Design Concept of the Day: Modularity (Michelin Challenge Design)

December 17, 2013 § Leave a comment

01_modularity_02_kangTransportation Design students at the College for Creative Studies (CCS), Detroit,  took part in the 25th annual Michelin Challenge Design; this year’s theme is ‘Driven/Undriven: The Duality of Tomorrow’s Automobile”. In teams of four, they came up with a platform for an autonomous vehicle, and individual members then created their own designs for the vehicle body as well as for a tyre/wheel assembly. They were asked to explain the target owner for their vehicle and their mobility needs, describe a typical 24-hour usage cycle, and take into account usability on the current road infrastructure, production feasibility and consumer demands for safety and comfort. Individual winner was Byungwan Kang of the ‘Modularity’ team; larger-sized pictures and images of all the entries can be seen here. They’ll be on display at the 2014 Detroit Auto Show next month.

  • Next-generation Mitsubishi Lancer Evolution: a plug-in hybrid, says Peter Lyon at Motor Trend, who has some more details to flesh out this long-standing rumour. This super-saloon might not get the ‘Evo’ name, though.
  • The City of Houston will save $110,000 annually by running its fleet of 27 Nissan Leaf EVs, and Loveland, Colorado (2 Leafs), 41% of its fuel costs: two case studies from the Electrification Coalition, outlined at Green Car Congress. Apparently Houston also runs 15 plug-in Prius (aftermarket conversions) on its municipal fleet, as well as the Ford Escape Hybrid, and has 50 EVs, PHEVs and hybrids available to its employees on a car-share basis. Yes, this is Texas: a cultural shift indeed in the land of Big Oil?
  • Energy consumption of light-duty vehicles in the US will fall 25% by 2040, according to the US Energy Information Adminstration (EIA) in its report Annual Energy Outlook 2014 ( AEO2014). A counterpoint to the ExxonMobil forecasts (see yesterday’s post), it sees just a 0.9% rise in vehicle miles travelled 2012-40; fuel efficiency to rise by an average 2% a year in that time; and energy consumption of light-duty vehicles falling to 47% of the country’s total transport-related energy use from 2012’s 60%. Just 22% of vehicles will use fuels other than petrol/gasoline, EIA predicts, however (and that’s including diesel as well as hybrid powertrains); hybrids will account for just 6% of the market, plug-in hybrids 2%, and EVs 1%. The Early Release version of the report can be downloaded here (or there’s a handy digest at Green Car Congress).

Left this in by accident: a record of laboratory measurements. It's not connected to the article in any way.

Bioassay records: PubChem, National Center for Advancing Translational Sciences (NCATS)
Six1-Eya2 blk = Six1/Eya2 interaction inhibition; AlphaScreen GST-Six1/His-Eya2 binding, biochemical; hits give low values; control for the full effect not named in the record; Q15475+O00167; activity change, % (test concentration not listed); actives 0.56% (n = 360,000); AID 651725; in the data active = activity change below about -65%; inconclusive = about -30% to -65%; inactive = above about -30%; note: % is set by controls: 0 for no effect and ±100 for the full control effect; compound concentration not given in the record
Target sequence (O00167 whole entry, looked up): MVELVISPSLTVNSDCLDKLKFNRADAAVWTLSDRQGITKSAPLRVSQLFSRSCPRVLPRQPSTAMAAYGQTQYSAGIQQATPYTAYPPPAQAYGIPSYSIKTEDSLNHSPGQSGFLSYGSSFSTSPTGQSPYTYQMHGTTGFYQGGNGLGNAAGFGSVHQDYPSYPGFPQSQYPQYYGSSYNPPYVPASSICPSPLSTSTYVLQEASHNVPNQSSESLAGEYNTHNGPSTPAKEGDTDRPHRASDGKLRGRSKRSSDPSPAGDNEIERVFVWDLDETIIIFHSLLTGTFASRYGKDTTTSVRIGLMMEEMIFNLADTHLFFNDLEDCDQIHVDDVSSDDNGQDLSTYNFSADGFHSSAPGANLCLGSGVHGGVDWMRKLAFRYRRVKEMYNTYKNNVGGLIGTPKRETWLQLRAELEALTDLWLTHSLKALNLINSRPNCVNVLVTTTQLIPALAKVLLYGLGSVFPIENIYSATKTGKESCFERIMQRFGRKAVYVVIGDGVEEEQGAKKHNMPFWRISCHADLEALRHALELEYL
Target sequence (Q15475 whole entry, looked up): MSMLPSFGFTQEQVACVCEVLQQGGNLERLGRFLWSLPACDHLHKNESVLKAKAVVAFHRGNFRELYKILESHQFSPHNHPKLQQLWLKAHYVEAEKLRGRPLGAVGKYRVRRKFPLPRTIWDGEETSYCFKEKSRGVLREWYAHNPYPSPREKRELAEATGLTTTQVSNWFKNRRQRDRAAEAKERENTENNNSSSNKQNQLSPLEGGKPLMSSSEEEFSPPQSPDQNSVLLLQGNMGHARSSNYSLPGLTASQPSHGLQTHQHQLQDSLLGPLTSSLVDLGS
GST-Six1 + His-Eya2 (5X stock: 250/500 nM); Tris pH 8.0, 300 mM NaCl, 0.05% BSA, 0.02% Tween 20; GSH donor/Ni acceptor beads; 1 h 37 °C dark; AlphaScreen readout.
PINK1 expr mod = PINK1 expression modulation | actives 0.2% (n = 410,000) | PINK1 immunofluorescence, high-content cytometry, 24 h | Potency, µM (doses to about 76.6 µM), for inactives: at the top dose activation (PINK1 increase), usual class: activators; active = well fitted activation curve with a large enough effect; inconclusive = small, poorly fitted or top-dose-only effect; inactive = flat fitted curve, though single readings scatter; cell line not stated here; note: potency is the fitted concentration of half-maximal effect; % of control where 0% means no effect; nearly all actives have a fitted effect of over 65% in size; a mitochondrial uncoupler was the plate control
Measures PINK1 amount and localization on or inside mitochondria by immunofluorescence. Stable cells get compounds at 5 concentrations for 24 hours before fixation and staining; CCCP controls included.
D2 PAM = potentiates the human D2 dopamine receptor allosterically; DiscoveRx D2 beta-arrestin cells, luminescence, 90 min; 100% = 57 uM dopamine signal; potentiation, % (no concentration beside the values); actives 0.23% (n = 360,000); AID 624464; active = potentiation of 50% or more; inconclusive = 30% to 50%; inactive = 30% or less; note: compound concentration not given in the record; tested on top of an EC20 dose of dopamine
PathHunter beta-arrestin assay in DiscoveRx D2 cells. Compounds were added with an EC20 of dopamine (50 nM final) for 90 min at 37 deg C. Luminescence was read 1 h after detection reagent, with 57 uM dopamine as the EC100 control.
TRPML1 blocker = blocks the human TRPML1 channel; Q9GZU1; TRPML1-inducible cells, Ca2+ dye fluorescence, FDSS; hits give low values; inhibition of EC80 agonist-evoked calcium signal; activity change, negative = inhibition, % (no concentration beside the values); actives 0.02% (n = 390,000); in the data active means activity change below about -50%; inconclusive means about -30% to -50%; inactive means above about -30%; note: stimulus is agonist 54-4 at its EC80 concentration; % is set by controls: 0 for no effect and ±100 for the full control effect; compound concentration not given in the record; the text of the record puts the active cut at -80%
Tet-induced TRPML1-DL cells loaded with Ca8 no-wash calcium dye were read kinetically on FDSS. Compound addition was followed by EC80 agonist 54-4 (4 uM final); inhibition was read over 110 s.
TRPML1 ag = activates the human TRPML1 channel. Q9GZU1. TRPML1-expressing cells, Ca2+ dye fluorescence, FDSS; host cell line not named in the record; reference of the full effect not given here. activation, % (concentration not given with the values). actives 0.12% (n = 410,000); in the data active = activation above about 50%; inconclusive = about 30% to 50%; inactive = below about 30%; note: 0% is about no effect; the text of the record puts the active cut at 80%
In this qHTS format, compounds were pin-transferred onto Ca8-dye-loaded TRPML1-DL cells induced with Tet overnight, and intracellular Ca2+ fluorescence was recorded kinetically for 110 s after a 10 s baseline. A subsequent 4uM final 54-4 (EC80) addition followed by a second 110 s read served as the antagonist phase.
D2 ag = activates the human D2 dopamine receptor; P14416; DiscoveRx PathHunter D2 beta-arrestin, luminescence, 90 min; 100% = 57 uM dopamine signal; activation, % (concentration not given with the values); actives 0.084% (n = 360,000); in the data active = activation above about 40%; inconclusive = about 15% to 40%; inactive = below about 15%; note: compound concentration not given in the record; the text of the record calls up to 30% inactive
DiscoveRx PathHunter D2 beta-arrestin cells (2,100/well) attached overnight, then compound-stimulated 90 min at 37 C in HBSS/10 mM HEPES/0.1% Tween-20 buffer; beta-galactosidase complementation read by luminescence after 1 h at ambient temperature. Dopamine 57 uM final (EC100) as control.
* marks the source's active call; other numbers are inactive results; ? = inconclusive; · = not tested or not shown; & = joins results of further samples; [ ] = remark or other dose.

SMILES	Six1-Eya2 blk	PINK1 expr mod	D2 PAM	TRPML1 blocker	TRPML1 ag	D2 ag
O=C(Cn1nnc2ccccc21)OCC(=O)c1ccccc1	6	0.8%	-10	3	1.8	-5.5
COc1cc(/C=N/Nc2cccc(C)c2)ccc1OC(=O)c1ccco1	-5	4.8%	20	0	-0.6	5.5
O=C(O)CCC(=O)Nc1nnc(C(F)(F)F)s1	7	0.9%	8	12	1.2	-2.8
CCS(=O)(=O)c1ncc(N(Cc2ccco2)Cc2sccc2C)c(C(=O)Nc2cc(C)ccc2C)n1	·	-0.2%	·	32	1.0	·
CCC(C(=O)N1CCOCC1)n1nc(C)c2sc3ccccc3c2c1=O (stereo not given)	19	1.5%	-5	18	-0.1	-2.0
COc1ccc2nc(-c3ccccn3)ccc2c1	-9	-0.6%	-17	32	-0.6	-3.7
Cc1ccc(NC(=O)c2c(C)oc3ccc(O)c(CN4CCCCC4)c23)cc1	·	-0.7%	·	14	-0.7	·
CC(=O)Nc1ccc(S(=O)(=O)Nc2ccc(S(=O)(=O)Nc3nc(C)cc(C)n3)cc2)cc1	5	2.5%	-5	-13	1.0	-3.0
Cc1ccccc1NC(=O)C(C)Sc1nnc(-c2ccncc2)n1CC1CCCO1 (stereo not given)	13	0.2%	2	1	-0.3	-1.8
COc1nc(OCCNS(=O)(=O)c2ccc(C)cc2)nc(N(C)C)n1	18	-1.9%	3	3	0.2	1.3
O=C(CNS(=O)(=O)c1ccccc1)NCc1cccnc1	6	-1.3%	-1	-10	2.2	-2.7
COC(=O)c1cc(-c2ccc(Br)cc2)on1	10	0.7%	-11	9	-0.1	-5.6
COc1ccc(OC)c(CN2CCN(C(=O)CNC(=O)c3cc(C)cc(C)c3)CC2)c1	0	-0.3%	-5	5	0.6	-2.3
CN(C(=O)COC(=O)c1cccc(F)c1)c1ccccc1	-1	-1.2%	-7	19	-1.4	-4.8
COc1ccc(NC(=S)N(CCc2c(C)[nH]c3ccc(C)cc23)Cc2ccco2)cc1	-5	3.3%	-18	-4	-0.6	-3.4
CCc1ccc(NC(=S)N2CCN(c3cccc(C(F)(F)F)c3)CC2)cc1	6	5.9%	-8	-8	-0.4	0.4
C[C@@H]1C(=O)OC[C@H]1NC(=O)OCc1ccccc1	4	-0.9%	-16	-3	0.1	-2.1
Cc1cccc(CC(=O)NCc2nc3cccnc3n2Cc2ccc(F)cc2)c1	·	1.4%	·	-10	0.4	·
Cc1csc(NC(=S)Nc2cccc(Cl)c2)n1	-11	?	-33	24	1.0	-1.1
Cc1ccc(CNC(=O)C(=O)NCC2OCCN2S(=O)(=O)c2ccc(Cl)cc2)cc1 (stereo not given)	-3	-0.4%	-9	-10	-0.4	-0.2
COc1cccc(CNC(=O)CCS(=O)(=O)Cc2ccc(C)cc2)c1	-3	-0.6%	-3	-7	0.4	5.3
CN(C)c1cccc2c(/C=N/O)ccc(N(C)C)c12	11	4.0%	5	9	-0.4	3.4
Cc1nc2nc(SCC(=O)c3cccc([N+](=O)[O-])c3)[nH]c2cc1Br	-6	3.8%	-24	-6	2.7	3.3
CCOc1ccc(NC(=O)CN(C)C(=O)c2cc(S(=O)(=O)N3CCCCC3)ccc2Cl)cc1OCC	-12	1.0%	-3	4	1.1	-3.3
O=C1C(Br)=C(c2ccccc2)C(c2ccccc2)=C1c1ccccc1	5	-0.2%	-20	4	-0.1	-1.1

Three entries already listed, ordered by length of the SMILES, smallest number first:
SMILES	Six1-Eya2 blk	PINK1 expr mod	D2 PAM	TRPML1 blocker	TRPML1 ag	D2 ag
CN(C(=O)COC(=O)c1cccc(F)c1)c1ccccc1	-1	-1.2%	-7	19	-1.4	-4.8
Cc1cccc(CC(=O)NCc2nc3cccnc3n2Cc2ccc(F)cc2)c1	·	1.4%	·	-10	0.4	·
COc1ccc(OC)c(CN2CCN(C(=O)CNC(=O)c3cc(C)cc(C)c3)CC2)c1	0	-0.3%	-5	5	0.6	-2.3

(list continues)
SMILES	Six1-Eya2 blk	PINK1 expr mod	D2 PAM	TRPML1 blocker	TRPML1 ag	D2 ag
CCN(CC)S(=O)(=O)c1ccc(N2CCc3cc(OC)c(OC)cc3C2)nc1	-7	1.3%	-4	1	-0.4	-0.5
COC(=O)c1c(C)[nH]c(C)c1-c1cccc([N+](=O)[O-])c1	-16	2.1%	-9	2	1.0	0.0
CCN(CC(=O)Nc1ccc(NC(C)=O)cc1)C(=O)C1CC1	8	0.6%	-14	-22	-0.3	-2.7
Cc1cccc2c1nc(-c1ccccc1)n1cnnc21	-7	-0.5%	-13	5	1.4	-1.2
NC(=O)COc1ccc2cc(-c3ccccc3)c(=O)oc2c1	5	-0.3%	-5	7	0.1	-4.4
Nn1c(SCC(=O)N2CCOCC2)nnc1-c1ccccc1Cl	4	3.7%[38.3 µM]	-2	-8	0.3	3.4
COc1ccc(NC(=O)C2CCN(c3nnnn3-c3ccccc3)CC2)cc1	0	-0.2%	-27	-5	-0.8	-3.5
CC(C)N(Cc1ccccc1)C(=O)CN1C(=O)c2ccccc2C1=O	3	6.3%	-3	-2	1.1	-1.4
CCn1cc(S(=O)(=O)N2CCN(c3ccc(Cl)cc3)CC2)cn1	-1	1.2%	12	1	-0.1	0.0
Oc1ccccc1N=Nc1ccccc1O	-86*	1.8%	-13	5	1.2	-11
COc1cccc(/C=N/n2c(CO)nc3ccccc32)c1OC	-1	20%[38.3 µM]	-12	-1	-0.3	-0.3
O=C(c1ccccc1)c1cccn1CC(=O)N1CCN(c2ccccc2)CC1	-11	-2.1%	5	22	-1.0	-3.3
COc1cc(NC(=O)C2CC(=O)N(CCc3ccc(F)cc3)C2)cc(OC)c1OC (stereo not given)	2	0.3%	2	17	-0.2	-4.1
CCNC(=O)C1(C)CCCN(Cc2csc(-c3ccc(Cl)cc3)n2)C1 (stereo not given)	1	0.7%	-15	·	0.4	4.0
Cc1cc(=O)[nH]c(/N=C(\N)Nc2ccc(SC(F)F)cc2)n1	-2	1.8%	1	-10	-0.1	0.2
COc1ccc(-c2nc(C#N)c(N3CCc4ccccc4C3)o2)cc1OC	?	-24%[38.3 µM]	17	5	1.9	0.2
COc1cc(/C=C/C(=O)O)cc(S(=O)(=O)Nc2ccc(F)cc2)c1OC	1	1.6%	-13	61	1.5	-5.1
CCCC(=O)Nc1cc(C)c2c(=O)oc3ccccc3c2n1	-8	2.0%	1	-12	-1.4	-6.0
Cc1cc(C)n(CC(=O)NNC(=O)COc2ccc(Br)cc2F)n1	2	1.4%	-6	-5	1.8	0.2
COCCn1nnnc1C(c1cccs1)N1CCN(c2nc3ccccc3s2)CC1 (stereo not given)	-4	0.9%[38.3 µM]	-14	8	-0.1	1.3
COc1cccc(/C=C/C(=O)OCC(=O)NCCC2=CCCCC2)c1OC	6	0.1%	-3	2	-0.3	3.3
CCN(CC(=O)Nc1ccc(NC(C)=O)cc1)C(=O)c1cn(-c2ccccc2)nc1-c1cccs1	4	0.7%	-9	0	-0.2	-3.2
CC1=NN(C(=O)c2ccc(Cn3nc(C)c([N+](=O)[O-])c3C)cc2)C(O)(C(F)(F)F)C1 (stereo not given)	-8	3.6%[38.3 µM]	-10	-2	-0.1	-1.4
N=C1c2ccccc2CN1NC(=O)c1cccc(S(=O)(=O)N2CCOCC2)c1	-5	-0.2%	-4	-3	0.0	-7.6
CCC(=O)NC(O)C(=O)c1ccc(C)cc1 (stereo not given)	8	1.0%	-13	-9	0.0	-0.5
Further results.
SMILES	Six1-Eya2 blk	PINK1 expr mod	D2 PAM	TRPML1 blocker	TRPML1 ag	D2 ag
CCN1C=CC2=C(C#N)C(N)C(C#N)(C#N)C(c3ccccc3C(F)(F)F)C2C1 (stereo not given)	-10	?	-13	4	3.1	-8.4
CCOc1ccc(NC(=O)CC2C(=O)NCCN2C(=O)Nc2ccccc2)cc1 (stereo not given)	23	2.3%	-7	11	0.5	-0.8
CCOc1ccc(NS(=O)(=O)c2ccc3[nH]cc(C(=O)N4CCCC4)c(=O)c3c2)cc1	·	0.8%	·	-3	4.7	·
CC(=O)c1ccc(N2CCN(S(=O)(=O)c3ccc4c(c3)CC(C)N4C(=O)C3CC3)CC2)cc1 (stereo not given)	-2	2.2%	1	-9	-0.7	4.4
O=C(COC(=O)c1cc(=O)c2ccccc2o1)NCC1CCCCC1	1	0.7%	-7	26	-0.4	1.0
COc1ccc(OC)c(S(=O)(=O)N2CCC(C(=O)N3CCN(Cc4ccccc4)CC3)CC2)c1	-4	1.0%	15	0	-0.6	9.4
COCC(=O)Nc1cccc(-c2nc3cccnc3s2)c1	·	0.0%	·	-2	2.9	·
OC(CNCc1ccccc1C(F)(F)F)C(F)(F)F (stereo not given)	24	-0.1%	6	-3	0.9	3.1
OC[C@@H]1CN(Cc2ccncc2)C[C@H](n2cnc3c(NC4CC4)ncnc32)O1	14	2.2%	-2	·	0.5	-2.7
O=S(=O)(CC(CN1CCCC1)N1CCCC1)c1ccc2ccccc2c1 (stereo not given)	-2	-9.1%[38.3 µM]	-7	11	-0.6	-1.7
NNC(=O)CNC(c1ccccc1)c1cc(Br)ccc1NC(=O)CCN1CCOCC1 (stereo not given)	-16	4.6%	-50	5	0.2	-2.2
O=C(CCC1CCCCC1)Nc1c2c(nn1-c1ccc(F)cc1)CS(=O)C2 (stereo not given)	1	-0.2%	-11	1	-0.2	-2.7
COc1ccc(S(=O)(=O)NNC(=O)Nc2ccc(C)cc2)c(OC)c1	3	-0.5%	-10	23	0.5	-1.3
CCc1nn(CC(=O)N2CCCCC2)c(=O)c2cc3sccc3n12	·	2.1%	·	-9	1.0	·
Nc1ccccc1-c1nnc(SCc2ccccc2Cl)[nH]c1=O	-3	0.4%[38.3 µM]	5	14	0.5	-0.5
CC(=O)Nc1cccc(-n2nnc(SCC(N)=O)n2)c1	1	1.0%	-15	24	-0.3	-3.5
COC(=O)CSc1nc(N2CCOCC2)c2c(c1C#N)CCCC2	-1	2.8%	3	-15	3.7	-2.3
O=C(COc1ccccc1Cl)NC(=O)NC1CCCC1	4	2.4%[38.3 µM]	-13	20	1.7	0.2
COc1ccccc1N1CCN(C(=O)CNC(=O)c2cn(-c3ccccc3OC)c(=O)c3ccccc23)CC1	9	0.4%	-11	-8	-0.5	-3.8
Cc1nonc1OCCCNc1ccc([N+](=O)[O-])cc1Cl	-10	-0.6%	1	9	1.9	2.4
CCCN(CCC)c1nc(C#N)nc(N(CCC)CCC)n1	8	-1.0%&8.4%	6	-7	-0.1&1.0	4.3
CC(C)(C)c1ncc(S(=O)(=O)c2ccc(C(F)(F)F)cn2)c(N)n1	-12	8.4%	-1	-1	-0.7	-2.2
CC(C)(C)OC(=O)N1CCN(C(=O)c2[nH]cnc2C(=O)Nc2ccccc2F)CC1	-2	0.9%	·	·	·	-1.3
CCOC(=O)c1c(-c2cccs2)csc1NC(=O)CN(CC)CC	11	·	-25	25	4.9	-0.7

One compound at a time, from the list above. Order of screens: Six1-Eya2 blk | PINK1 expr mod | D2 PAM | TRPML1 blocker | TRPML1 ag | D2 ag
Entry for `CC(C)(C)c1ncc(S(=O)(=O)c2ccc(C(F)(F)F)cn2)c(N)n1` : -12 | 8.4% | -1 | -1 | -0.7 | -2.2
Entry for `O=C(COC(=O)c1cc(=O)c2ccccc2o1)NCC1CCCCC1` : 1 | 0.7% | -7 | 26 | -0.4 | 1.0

And on an academic note, here’s a round-up of some more recent EV-related research I’ve come across:

  • Some conclusions from the SwitchEV trial in NE England on the use of topographical data/mapping to optimise EV range and give more accurate range forecasting at Intelligent Transport Systems, IET.
  • Study from DUT (Technical University Delft) looks at policies to stimulate EV uptake and use, and their effectiveness, efficiency and feasibility: more, incl. full academic citations, here.
  • And from RWTH Aachen University: German households are willing to pay for vehicles with greater fuel economy and lower emissions, and for increased driving range and recharging infrastructure, if enjoying benefits such as free parking, tax exemptions or bus lane use; young, well-educated and eco-aware buyers able to plug cars in at home and doing urban driving are most likely to adopt alt-fuel vehicles. Hybrid vehicles are less likely to be rejected than EVs, but overall, most buyers are reluctant. More here.
  • From the same journal issue: researchers from Technical University Denmark look at how drivers’ individual preferences – for driving range, fuel costs, battery life, charging, top speed and suchlike – change after they have trialled an EV for three months. Attitudes towards environmental concerns remain constant, however. More here. And there is a cost-benefit equation when it comes to vehicle range, with willingness to pay for extra range showing diminishing returns, according to research from VU Amsterdam.
  • Electric cars, the Marxist perspective: if we want to solve the ‘problem’  of cars, rather than researching alternative fuels we need to look at the whole culture of consumption, says Cardiff University’s Daniel Newman.
  • But if we want take-up of electric vehicles (or other sustainable technologies) social influence and interaction are key factors, involving negotiations of meaning, lifestyle and identity, say Axen, Orlebar and Skippon.
  • How do you plan a fleet of fully-automated vehicles to operate in pedestrian areas, getting around problems such as uneven distribution of vehicles due to one-way trips, and relocation of vehicles? Not just an academic question (ha) but part of the proposals for a scheme in Barreiro, Portugal. More here at the European Transport Research Review.
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